This, I think, is definitely harder to portray. At least an immoral character might act directly against society’s compass because he wants to spite it. But the amoral character’s justifications have to come from elsewhere. If he’s a sociopath and you also want him to be a murderer, but an amoral one…well, why? Why commit the murder? It might please him, but why? It might be necessary to survival, but why? And you can’t fall back on spiting moral justifications, not when you’re outside their compass.
As you can probably tell, I’m fascinated by the possibilities of portraying someone amoral, but I also don’t believe I’ve seen many good portraits. Most authors will fall back on “he knows he’s evil” or “he’d like to be good” sooner or later. That’s fine; you don’t have to pick amorality. But whichever one you pick, know its definition, and stick to it good and hard.
3) Balance manipulation with lack of empathy.
Many sociopaths I’ve read about are master manipulators—because they don’t care about the people around them, and are therefore able to use them for their own ends without remorse. But many of the sociopaths I’ve read about are also extremely limited in empathy—they get to be destroyed when the heroine proves that she understands them while they don’t understand her.
Um, ‘scuse me, wouldn’t the best manipulator be someone who did understand emotions? Then he could use people by other means than just lying to them or persuading them of the rationality of his arguments; he could hook them good and hard and drag them along by the guts. He could lead by charisma. He could anticipate his enemies’ actions before they performed them. And if he happened to enjoy pain (he doesn’t have to, see point 5), then inflicting emotional pain would be on the list, too, as opposed to just physical and sexual.
My point is that it would be neat to balance these. Saying “I want my character to be a sociopath” does not necessarily guarantee that he has to be manipulative, and it does not necessarily guarantee that he has to lack empathy, and it does not necessarily guarantee that he has to have both traits. But I do think that manipulation has a lot more in common with the emotions than most people realize. And a villain who understands the hero is a terrifying one. (My new favorite villain-hero scene is from Jim Butcher’s Death Masks, where the villain Nicodemus has the hero, Harry Dresden, tied up and is doing a calm and very plausible-sounding psychoanalysis of him).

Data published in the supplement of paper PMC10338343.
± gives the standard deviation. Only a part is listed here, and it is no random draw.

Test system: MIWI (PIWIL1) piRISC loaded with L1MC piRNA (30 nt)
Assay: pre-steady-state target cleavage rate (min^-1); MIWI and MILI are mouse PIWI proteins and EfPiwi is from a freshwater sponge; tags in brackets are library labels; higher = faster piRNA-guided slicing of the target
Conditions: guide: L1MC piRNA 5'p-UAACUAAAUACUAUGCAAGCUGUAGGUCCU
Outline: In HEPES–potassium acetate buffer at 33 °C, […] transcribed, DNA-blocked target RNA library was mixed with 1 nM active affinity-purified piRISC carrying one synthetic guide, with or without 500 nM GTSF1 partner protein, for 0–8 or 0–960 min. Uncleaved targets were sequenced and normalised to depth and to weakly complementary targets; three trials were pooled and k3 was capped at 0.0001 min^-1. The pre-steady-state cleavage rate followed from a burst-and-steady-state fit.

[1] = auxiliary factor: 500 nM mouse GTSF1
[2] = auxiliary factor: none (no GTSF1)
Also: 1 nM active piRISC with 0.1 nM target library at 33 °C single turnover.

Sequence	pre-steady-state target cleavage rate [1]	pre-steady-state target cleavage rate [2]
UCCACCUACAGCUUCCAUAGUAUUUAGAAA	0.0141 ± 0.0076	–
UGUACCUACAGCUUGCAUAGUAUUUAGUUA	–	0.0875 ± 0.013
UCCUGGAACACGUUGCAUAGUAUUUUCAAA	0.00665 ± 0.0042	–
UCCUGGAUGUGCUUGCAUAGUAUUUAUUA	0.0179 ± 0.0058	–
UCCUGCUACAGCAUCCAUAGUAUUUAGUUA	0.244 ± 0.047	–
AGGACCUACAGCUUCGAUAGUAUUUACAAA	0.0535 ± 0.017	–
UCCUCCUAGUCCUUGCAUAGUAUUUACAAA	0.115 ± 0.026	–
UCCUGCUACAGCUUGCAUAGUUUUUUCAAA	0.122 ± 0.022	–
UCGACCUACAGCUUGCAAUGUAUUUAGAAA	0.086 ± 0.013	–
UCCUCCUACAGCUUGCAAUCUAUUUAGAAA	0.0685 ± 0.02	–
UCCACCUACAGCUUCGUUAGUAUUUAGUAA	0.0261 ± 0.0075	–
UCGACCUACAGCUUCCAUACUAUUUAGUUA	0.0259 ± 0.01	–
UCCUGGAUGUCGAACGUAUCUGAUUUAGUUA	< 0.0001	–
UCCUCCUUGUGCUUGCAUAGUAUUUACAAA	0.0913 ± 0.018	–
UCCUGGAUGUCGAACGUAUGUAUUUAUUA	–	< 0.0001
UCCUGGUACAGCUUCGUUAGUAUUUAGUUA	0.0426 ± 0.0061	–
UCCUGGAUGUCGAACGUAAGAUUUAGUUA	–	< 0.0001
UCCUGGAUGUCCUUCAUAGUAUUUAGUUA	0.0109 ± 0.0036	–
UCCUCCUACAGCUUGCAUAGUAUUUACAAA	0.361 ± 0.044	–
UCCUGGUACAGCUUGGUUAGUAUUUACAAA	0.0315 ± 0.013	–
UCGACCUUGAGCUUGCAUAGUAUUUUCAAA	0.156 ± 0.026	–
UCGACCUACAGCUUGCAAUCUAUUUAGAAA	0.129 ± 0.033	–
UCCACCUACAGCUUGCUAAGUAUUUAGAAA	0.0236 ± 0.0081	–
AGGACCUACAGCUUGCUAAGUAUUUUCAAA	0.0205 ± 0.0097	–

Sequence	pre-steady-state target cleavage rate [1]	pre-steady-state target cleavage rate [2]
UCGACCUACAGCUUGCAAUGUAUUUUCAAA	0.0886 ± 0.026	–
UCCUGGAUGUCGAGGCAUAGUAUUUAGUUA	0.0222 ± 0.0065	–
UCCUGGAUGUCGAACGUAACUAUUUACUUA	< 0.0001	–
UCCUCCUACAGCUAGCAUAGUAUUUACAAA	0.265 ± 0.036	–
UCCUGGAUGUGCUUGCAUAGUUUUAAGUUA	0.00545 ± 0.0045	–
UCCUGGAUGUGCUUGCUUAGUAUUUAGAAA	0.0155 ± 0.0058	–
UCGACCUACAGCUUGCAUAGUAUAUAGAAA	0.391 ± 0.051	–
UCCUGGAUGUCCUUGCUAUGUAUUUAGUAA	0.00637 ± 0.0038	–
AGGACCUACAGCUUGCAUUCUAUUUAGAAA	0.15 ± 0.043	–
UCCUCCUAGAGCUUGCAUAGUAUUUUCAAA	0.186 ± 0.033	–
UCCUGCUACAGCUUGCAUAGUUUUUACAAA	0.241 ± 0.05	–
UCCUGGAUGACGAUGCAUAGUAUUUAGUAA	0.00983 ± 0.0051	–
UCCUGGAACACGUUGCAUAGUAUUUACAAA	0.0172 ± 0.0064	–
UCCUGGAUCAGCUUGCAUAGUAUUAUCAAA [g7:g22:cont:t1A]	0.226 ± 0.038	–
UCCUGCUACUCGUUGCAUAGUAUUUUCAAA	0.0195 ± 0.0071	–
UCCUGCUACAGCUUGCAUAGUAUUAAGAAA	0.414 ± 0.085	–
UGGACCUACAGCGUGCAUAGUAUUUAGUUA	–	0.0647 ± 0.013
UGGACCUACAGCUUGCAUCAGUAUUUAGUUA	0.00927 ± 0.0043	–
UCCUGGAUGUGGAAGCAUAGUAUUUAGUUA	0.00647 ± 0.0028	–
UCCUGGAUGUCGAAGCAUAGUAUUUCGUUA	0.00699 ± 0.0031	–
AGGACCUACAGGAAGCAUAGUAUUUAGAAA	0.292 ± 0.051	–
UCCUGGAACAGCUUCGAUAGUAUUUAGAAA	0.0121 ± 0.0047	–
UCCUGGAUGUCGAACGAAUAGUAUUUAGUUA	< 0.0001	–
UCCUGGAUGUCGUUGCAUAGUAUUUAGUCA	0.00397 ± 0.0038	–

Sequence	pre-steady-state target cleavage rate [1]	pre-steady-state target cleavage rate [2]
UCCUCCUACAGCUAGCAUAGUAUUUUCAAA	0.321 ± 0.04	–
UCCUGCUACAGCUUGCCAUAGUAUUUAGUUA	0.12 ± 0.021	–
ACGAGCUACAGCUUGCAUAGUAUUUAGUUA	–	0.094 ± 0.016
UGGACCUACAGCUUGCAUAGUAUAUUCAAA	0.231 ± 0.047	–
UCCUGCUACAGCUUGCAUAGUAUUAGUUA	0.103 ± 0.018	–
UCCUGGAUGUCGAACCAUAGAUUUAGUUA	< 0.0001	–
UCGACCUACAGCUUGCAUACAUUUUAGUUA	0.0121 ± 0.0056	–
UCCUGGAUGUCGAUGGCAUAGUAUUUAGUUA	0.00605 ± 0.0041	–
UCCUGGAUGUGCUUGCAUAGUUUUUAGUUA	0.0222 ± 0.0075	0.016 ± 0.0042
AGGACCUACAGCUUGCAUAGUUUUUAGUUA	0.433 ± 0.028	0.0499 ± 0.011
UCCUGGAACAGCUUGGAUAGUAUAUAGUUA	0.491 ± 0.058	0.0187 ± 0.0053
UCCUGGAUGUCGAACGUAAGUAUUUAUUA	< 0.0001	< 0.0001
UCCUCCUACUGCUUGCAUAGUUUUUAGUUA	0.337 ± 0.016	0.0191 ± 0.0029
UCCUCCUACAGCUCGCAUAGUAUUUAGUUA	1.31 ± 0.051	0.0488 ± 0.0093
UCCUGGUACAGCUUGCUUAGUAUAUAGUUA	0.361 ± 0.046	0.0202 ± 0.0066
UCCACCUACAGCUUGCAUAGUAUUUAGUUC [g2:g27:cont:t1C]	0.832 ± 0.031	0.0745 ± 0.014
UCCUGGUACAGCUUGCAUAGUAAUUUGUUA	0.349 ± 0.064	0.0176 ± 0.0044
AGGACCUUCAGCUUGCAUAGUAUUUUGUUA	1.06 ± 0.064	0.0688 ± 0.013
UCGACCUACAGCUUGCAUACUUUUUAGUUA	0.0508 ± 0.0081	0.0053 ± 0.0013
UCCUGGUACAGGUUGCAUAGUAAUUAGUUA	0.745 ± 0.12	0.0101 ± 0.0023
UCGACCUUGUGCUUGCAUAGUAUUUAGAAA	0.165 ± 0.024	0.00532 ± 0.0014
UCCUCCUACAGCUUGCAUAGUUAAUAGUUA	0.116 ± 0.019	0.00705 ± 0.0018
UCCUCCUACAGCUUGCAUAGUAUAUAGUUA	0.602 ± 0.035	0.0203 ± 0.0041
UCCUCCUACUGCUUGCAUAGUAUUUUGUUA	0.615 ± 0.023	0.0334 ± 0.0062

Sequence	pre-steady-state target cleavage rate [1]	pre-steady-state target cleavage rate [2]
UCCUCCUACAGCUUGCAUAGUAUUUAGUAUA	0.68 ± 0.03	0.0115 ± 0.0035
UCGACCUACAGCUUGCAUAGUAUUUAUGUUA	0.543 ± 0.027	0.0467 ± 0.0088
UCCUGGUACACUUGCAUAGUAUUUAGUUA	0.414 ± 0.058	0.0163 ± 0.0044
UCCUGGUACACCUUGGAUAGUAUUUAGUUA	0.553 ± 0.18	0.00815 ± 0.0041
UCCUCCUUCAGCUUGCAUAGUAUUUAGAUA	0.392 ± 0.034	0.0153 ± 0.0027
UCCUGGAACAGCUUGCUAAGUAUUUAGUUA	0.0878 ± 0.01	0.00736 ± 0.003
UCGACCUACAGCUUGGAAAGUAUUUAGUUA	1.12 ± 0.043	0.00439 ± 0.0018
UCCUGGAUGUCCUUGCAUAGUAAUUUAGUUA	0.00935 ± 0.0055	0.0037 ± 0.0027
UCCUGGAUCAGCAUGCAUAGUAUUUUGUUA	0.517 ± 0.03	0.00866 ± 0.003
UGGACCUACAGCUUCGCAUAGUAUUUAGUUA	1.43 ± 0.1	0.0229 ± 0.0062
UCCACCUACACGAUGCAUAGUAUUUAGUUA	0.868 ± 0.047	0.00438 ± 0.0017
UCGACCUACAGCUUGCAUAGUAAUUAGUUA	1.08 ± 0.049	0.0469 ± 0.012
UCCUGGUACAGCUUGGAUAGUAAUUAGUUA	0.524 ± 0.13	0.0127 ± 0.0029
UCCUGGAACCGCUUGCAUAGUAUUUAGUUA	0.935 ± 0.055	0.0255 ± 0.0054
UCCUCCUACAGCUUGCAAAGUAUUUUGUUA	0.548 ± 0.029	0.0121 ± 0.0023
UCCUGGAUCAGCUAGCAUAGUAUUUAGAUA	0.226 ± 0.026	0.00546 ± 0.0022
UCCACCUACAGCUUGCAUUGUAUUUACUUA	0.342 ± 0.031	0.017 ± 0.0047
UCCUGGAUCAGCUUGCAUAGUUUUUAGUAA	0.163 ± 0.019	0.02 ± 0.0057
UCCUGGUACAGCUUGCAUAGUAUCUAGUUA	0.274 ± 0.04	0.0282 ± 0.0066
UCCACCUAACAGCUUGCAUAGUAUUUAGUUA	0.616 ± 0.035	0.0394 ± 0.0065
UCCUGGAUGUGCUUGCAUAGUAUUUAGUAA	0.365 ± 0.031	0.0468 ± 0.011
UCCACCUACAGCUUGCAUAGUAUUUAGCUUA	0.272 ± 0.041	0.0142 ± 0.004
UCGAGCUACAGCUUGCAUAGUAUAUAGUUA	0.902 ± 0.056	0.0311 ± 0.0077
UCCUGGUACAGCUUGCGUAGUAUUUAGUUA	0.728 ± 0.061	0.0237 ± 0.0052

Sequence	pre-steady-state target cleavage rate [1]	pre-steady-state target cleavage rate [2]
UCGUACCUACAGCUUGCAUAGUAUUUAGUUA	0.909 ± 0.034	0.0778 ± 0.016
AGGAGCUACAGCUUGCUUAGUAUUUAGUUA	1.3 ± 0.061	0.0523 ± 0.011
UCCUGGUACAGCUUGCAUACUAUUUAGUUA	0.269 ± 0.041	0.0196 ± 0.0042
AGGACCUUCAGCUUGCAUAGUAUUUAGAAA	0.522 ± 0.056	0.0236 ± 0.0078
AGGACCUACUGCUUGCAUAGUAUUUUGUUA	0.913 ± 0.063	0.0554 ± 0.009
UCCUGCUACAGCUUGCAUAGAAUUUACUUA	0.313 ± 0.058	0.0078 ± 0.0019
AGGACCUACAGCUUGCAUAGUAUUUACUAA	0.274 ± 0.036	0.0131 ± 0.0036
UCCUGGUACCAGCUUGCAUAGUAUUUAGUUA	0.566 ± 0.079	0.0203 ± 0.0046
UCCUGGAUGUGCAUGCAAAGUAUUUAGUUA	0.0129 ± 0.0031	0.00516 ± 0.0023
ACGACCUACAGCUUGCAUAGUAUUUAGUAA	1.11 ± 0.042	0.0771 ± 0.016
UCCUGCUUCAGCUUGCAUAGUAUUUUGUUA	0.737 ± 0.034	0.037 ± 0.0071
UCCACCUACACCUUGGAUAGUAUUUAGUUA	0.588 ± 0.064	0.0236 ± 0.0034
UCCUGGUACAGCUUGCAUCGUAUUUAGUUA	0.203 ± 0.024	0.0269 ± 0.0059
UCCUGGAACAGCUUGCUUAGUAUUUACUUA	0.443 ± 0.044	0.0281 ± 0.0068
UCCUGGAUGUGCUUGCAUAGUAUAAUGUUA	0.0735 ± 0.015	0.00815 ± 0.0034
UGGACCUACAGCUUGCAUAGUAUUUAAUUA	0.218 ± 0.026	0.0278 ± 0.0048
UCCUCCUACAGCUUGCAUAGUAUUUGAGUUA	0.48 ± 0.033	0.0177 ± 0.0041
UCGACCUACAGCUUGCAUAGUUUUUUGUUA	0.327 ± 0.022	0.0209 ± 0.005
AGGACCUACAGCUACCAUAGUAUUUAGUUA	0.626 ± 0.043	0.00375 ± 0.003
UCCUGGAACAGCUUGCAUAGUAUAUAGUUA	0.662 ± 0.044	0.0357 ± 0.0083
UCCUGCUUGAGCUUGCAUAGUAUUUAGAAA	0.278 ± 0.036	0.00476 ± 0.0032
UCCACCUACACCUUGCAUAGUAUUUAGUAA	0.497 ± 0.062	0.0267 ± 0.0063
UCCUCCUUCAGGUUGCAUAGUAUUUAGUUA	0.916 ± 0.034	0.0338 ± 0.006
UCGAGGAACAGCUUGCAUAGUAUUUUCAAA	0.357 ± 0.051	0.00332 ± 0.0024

4) Sociopath != badass.
A lot of real-life sociopaths are losers. L-O-S-E-R-S. They drift along on the fringes of society, go to jail, lead lives that while dangerous are hardly glamorous and romantic, live in poverty, endure and give abuse, and make mistakes in matters of social conduct that weird other people out and cause them to distance themselves from them, even if they never commit a murder or a rape. This idea that any sociopathic character is immediately going to be a charismatic, highly manipulative, highly skilled leader is true in many fantasies. That does not mean that any sociopath you make has to be that way.
More than anything else, I think this come from how scary people find the thought of real live sociopathy, so of course in a fictional context he immediately shoots to the top as the big bad villain. It’s also an unfortunate product of the idea that anyone who doesn’t care about what the rest of society does is ohmygod cool. A lot of fantasy heroes have a touch of the same thing, with a devil-may-care attitude or a maverick political career. That could be interesting if the author bothers to justify how they’ve managed to survive in an environment like the army or the nobility, or to show how the sociopath worked his way up. It’s not interesting when the author just flings a few of the more typical traits on the sociopath character (see point 5, again) and then looks expectantly at the reader, demanding that she be scared now.
I’m not scared. I’m not scared even if the author tells me that the sociopath committed murder and did it with a smile on his face. “Show, not tell” has never been more true. Show me why this person is a threat to the hero and not some nameless bum on a street somewhere. It’s not his personality traits alone that made him climb to the top; in the best stories, it will also be rooted in the society, in the attitudes of people around him, and in the circumstances he’s passed through in life.
5) You can always avoid the obvious signs, you know.